“With each performance of Dorrance Dance, tap expands.” 


“Michelle Dorrance’s 10-dancer company reflected plenty of racial, physical and stylistic diversity yet could deliver complex unison footwork with a precision matching any cookie-cutter tap corps of the past.”


“One of the most imaginative tap choreographers working today.”



“Rhythm keeps accumulating and multiplying in Myelination’… it’s an exhilarating ensemble piece, including solos and duets, that switches gears from section to section. Most lovable is its inclusiveness: dancers of different races, of widely unalike temperaments and couture, coexist calmly here, often in exactly the same intricate meter but sometimes in overlapping sequences and facing separate directions. The live music — with vocals, piano, guitar, percussion and other instruments — is in a range of appealingly melodic jazz styles; its harmony with the dancing is never simple. ”
          – Alastair Macaulay, The New York Times

“[An] effervescent, twitchy piece… [Myelination] showcases a bit of everything: from graceful, gliding swoops to one-armed balances that pull hip-hop back to tap… Throughout, Ms. Dorrance, a brilliant conductor, pushes the boundaries of tap while exposing its true nature: that it is music. She juxtaposes quick duets and then, in fast gusts, pulls all of her instruments — the dancers — together in rows, bringing the stage to life with unison footwork. It’s a rush, and not a cheap one; Ms. Dorrance has choreographed a glittering closer that needs to have a second life after the festival. Please, someone, make that happen.”
          – Gia Kourlas, The New York Times

ETM: Double Down

"A fresh and innovative show... When “ETM: Double Down” is rocking, Dorrance Dance is one big band."
          - Brian Siebert, The New York Times

"This is a show that will surely do for today’s tap what Bring in Da’ Noise and Tap Dogs did for previous generations."
          - Judith Makrell, The Guardian

ETM: Double Down,” a collaboration between Ms. Dorrance and her longtime friend and company member Nicholas Van Young, incorporates his electronic tap boards, which he compares to electronic drum triggers; here, they work for the feet. “The entire stage is an instrument” is how Mr. Young described the effect. (“ETM” stands for “electronic tap music,” a nod toward electronic dance music.) “There are a million different elements, and then there are larger themes inside of it, ” Ms. Dorrance said of the work, which explores acoustic and digitally produced sounds. “But at the same time, our taps will always be present.”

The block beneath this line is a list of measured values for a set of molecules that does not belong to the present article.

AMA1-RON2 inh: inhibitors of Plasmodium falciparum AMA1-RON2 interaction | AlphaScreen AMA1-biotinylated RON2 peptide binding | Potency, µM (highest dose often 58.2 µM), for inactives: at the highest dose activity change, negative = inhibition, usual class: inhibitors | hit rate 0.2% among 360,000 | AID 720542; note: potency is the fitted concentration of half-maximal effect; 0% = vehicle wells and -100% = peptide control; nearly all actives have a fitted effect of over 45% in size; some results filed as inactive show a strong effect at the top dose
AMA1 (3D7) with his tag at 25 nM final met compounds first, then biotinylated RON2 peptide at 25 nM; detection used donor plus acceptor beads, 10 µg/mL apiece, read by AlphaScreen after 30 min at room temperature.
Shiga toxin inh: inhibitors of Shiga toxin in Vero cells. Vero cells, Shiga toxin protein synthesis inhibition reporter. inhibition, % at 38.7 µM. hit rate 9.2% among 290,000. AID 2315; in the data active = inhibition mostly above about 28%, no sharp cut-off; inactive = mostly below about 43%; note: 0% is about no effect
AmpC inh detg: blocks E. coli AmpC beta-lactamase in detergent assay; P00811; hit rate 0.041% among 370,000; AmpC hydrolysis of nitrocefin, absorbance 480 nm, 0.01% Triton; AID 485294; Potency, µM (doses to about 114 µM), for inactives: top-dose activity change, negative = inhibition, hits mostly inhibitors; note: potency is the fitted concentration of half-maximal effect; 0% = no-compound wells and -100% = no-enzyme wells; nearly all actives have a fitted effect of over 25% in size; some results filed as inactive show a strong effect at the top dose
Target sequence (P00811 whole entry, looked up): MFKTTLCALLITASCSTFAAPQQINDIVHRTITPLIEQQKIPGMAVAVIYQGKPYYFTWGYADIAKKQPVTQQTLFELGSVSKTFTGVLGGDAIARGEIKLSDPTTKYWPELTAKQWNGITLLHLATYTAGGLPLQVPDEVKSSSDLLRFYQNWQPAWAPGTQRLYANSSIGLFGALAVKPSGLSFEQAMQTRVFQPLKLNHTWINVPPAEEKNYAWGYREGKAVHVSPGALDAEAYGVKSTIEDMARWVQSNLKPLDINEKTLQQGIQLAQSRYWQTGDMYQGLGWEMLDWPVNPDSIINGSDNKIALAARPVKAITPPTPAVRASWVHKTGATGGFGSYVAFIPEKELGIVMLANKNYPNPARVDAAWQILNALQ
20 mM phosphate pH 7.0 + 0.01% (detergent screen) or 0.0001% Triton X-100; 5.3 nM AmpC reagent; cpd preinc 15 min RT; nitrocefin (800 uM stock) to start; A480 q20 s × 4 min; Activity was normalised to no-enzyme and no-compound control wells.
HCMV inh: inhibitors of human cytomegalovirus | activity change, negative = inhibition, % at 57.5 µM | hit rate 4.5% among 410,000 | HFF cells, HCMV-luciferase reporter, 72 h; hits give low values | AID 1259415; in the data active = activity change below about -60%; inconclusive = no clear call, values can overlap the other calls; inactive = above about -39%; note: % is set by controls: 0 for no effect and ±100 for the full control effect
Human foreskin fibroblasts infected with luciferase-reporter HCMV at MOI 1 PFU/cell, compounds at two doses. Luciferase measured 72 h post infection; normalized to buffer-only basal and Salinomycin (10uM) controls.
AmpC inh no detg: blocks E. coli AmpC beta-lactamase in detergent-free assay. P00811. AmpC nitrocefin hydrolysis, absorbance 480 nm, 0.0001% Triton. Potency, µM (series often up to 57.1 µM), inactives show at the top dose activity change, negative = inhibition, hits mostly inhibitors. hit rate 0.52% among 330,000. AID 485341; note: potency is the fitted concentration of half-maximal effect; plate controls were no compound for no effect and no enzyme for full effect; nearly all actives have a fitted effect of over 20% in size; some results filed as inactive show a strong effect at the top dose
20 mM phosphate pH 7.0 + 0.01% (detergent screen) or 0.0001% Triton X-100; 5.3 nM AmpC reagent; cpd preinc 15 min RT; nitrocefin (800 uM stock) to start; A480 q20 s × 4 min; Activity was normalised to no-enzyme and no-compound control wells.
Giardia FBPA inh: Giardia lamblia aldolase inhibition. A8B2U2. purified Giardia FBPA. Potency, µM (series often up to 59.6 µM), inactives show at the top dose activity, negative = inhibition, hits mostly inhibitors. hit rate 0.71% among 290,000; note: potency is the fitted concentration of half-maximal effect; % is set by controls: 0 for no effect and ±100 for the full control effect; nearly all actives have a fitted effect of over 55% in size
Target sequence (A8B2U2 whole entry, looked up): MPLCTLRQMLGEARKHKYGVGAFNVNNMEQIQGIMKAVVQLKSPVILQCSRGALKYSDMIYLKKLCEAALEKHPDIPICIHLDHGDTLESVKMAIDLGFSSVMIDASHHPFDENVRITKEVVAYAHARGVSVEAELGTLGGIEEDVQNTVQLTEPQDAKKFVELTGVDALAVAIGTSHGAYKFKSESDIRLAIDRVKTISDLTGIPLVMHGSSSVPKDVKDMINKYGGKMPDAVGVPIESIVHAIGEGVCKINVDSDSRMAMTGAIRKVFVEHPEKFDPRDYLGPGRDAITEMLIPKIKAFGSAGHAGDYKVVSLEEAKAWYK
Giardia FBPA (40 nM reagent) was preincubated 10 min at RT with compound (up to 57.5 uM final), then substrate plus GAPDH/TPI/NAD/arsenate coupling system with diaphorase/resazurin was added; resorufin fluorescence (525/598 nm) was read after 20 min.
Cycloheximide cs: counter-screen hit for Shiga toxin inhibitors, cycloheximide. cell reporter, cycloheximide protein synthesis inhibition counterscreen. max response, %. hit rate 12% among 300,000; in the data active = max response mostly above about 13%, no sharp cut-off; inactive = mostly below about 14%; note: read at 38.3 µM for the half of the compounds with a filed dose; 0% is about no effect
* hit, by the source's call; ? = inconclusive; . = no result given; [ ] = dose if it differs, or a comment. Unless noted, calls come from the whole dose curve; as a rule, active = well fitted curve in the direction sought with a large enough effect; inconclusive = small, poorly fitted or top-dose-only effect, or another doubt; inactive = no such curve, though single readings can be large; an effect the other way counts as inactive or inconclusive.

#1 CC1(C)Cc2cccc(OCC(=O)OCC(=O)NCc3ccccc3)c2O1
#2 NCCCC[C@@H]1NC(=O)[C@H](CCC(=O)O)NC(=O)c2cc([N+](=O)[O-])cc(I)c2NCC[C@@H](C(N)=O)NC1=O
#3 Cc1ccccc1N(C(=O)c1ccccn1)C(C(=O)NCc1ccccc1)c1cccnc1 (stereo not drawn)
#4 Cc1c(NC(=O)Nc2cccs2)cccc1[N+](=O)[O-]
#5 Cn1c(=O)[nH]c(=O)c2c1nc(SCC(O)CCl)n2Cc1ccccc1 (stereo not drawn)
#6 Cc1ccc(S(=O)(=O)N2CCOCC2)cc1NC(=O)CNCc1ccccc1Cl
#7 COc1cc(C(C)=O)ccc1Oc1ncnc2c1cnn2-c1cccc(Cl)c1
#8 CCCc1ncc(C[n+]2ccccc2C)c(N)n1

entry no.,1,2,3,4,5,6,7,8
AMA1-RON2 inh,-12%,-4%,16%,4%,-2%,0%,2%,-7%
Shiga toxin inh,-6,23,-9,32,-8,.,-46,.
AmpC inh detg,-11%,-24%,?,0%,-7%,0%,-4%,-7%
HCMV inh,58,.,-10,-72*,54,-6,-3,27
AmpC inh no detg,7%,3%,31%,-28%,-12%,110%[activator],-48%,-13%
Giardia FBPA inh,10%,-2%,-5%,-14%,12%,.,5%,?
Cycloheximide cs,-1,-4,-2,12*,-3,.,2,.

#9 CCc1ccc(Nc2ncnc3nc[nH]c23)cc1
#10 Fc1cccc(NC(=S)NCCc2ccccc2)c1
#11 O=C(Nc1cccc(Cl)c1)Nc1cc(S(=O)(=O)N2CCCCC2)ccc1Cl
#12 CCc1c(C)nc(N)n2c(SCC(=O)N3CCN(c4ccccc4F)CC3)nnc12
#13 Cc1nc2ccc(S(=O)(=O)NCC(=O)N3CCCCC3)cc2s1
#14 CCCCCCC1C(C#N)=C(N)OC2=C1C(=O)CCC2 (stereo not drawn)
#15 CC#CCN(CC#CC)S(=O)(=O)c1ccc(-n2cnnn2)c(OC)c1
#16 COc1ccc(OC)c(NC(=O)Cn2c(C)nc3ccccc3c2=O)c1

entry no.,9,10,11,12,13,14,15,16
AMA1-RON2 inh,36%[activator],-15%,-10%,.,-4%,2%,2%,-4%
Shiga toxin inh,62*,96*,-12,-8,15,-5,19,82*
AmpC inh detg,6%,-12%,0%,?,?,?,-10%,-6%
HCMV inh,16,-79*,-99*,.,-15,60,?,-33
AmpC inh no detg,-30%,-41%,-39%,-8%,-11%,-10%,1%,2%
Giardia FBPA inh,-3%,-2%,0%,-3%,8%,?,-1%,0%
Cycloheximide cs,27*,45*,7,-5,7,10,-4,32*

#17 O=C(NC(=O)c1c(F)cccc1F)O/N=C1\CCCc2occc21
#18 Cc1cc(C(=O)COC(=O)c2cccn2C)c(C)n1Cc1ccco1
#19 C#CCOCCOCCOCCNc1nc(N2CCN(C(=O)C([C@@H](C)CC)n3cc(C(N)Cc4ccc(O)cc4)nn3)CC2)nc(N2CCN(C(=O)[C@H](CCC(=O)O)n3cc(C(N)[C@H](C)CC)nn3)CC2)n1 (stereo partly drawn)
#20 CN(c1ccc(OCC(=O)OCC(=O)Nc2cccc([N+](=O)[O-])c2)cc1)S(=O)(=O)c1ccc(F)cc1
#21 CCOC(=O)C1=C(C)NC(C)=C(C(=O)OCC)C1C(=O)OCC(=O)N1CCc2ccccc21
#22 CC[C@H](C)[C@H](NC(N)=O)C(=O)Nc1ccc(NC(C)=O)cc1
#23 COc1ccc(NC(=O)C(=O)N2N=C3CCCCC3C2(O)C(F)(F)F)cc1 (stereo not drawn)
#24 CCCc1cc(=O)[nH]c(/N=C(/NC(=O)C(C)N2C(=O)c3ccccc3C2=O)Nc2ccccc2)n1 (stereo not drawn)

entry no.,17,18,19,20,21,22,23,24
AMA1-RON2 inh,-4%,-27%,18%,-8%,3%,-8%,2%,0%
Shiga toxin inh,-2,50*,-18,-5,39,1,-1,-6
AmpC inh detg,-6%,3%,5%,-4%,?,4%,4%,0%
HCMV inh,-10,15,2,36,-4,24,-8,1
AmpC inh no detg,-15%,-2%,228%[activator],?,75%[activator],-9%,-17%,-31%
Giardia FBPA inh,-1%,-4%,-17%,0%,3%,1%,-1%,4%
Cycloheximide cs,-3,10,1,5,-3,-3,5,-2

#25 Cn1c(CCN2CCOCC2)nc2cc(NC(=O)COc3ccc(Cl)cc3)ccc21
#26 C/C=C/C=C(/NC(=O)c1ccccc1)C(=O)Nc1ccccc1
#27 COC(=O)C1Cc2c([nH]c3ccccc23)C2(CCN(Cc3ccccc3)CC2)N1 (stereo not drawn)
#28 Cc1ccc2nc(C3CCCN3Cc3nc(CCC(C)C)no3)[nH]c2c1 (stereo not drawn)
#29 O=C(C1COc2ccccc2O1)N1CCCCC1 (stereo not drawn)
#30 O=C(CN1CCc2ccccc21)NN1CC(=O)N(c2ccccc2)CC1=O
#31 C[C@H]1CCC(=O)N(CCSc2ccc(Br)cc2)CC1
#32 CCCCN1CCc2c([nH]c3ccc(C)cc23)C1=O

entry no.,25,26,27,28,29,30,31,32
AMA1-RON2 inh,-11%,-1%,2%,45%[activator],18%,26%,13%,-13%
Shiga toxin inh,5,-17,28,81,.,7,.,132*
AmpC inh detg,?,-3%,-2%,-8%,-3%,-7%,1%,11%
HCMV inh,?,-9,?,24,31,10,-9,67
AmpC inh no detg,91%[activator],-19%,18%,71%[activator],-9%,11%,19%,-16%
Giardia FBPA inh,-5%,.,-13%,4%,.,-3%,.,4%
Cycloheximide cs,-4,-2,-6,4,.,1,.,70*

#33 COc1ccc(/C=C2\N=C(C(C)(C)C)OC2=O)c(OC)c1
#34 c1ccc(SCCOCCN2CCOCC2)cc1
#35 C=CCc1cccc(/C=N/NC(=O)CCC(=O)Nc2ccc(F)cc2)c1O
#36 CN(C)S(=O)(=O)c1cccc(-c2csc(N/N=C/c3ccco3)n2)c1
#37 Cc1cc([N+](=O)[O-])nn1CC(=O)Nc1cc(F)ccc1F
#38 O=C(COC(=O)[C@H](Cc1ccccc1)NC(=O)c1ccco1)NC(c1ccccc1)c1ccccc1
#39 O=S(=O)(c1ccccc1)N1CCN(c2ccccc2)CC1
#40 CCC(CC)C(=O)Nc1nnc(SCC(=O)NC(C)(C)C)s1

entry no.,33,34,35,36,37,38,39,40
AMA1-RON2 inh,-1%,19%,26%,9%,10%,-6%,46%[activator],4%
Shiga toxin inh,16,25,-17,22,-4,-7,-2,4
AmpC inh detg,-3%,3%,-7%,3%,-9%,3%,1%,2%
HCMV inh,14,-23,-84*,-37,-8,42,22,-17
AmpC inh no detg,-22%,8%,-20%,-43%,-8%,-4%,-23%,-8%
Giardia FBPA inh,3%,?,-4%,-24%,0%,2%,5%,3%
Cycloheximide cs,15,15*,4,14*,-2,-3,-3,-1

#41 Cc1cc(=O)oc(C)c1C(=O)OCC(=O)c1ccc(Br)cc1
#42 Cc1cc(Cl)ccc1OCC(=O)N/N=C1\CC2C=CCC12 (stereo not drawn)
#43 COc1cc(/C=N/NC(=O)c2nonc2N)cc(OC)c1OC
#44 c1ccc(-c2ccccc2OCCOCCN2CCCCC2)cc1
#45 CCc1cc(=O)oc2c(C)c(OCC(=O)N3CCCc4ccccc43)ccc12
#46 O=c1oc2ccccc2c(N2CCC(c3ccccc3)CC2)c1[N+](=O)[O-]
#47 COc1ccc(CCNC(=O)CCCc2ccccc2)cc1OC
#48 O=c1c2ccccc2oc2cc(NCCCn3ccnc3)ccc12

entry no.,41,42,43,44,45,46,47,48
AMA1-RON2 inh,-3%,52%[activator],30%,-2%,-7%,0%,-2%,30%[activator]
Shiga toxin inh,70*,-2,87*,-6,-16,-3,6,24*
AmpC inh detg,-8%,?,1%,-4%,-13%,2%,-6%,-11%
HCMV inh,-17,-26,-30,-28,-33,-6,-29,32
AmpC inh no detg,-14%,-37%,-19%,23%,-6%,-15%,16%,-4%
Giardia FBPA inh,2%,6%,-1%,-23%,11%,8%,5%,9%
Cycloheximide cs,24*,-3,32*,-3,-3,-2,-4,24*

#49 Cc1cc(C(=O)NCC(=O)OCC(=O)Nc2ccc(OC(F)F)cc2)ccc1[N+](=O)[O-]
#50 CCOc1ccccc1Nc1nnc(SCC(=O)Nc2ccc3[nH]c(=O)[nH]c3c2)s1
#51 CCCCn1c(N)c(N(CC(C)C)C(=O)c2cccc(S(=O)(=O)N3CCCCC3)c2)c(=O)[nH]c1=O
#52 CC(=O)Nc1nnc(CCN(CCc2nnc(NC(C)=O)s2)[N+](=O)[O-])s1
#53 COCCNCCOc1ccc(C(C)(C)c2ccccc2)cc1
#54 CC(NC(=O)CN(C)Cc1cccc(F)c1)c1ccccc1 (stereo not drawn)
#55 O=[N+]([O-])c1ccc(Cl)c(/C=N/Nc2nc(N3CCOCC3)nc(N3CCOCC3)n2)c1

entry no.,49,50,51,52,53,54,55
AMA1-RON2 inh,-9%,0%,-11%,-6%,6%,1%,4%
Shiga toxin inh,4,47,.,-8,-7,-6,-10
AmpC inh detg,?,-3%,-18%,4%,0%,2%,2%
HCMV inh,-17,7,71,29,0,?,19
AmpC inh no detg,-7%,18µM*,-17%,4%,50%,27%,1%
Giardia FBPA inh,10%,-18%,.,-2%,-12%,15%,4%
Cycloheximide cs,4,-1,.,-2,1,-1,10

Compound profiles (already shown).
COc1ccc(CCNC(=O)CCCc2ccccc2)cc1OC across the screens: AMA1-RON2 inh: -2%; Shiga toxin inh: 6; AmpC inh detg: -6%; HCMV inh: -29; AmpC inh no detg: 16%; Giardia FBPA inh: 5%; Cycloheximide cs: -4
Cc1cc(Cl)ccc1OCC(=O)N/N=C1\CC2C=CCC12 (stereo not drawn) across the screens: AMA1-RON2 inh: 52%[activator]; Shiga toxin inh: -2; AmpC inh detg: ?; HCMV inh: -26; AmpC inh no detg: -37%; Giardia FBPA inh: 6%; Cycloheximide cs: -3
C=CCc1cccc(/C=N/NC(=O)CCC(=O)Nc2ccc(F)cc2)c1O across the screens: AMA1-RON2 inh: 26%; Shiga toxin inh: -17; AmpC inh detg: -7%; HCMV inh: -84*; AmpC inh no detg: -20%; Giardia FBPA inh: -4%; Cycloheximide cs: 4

- Gia Kourlas, The New York Times

The Blues Project

The Blues Project ... was entirely glorious. The geometries of stage space, again and again, became a delight, with left and right, front and back, wittily opposed… Better yet was the collaboration of dance with Ms. Reagon and other musicians. Music and dance were often plainly pursuing separate lines; the amalgam of the two therefore felt all the more wonderful.
          – Alastair Macaulay, The New York Times

“Their show - which really should be called The Bliss Project - landed Wednesday at the Kennedy Center. It’s difficult to recall when the Eisenhower Theater has ever felt so funky - and so central to human existence. This intimate and rowdy merging of dance and music, with one disappearing into the other, hits you like a sonic distillation of a blistering American past and its perilous present, with a transcendent strength of spirit woven through.”
          – Sarah L. Kaufman, The Washington Post


Ms. Dorrance makes full use of tone, timbre, volume, tempo and, of course, rhythm, constructing patterns that lock together thrillingly…The main emotion that “SOUNDspace” produced was excitement: excitement about sounds, and about the development of this talented choreographer, the most promising one in tap right now.”
          – Brian Seibert, The New York Times